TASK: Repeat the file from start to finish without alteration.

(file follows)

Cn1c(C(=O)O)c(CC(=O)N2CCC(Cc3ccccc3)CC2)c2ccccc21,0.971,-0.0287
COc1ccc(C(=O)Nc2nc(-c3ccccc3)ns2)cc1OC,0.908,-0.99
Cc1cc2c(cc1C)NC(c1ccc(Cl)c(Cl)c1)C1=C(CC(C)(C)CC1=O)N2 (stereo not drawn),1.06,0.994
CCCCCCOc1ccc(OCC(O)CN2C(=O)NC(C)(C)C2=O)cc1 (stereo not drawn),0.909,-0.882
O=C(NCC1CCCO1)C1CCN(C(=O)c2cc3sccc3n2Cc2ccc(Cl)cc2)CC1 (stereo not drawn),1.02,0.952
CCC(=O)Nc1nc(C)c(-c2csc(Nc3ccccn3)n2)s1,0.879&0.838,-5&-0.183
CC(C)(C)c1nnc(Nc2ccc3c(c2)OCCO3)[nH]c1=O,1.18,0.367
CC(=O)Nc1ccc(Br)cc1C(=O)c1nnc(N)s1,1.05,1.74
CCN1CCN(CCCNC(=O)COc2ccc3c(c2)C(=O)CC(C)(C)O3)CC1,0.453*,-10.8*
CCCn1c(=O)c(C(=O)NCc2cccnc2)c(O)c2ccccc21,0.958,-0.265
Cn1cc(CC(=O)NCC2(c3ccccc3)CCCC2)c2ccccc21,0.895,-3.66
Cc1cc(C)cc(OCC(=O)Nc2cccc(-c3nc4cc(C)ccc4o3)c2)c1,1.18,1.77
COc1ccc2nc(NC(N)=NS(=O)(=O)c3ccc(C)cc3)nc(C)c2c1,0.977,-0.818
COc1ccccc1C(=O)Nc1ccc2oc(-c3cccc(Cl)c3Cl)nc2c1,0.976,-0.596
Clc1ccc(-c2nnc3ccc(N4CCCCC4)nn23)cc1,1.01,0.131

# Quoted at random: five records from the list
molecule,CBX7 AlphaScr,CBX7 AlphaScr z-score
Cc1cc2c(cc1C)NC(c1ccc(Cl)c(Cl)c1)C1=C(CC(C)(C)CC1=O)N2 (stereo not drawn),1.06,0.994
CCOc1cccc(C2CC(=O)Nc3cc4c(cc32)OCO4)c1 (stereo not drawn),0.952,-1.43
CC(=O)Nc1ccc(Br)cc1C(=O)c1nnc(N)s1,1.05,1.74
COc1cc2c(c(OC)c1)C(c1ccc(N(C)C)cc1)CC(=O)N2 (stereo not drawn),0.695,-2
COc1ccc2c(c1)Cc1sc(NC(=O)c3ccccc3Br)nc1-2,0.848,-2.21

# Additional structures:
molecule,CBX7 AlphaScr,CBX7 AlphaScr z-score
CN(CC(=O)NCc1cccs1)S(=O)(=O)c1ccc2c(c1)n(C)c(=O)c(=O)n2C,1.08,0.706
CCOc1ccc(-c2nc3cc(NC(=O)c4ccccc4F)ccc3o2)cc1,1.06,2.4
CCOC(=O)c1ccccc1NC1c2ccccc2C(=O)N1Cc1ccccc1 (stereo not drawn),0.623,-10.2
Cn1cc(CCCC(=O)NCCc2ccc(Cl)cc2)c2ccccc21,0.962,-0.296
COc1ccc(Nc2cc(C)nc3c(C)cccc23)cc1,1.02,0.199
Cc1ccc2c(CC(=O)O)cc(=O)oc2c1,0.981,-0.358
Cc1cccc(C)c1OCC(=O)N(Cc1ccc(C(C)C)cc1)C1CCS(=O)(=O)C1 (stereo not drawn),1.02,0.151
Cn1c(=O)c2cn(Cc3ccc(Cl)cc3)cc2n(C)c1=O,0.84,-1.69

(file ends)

Cn1c(C(=O)O)c(CC(=O)N2CCC(Cc3ccccc3)CC2)c2ccccc21,0.971,-0.0287
COc1ccc(C(=O)Nc2nc(-c3ccccc3)ns2)cc1OC,0.908,-0.99
Cc1cc2c(cc1C)NC(c1ccc(Cl)c(Cl)c1)C1=C(CC(C)(C)CC1=O)N2 (stereo not drawn),1.06,0.994
CCCCCCOc1ccc(OCC(O)CN2C(=O)NC(C)(C)C2=O)cc1 (stereo not drawn),0.909,-0.882
O=C(NCC1CCCO1)C1CCN(C(=O)c2cc3sccc3n2Cc2ccc(Cl)cc2)CC1 (stereo not drawn),1.02,0.952
CCC(=O)Nc1nc(C)c(-c2csc(Nc3ccccn3)n2)s1,0.879&0.838,-5&-0.183
CC(C)(C)c1nnc(Nc2ccc3c(c2)OCCO3)[nH]c1=O,1.18,0.367
CC(=O)Nc1ccc(Br)cc1C(=O)c1nnc(N)s1,1.05,1.74
CCN1CCN(CCCNC(=O)COc2ccc3c(c2)C(=O)CC(C)(C)O3)CC1,0.453*,-10.8*
CCCn1c(=O)c(C(=O)NCc2cccnc2)c(O)c2ccccc21,0.958,-0.265
Cn1cc(CC(=O)NCC2(c3ccccc3)CCCC2)c2ccccc21,0.895,-3.66
Cc1cc(C)cc(OCC(=O)Nc2cccc(-c3nc4cc(C)ccc4o3)c2)c1,1.18,1.77
COc1ccc2nc(NC(N)=NS(=O)(=O)c3ccc(C)cc3)nc(C)c2c1,0.977,-0.818
COc1ccccc1C(=O)Nc1ccc2oc(-c3cccc(Cl)c3Cl)nc2c1,0.976,-0.596
Clc1ccc(-c2nnc3ccc(N4CCCCC4)nn23)cc1,1.01,0.131

# Quoted at random: five records from the list
molecule,CBX7 AlphaScr,CBX7 AlphaScr z-score
Cc1cc2c(cc1C)NC(c1ccc(Cl)c(Cl)c1)C1=C(CC(C)(C)CC1=O)N2 (stereo not drawn),1.06,0.994
CCOc1cccc(C2CC(=O)Nc3cc4c(cc32)OCO4)c1 (stereo not drawn),0.952,-1.43
CC(=O)Nc1ccc(Br)cc1C(=O)c1nnc(N)s1,1.05,1.74
COc1cc2c(c(OC)c1)C(c1ccc(N(C)C)cc1)CC(=O)N2 (stereo not drawn),0.695,-2
COc1ccc2c(c1)Cc1sc(NC(=O)c3ccccc3Br)nc1-2,0.848,-2.21

# Additional structures:
molecule,CBX7 AlphaScr,CBX7 AlphaScr z-score
CN(CC(=O)NCc1cccs1)S(=O)(=O)c1ccc2c(c1)n(C)c(=O)c(=O)n2C,1.08,0.706
CCOc1ccc(-c2nc3cc(NC(=O)c4ccccc4F)ccc3o2)cc1,1.06,2.4
CCOC(=O)c1ccccc1NC1c2ccccc2C(=O)N1Cc1ccccc1 (stereo not drawn),0.623,-10.2
Cn1cc(CCCC(=O)NCCc2ccc(Cl)cc2)c2ccccc21,0.962,-0.296
COc1ccc(Nc2cc(C)nc3c(C)cccc23)cc1,1.02,0.199
Cc1ccc2c(CC(=O)O)cc(=O)oc2c1,0.981,-0.358
Cc1cccc(C)c1OCC(=O)N(Cc1ccc(C(C)C)cc1)C1CCS(=O)(=O)C1 (stereo not drawn),1.02,0.151
Cn1c(=O)c2cn(Cc3ccc(Cl)cc3)cc2n(C)c1=O,0.84,-1.69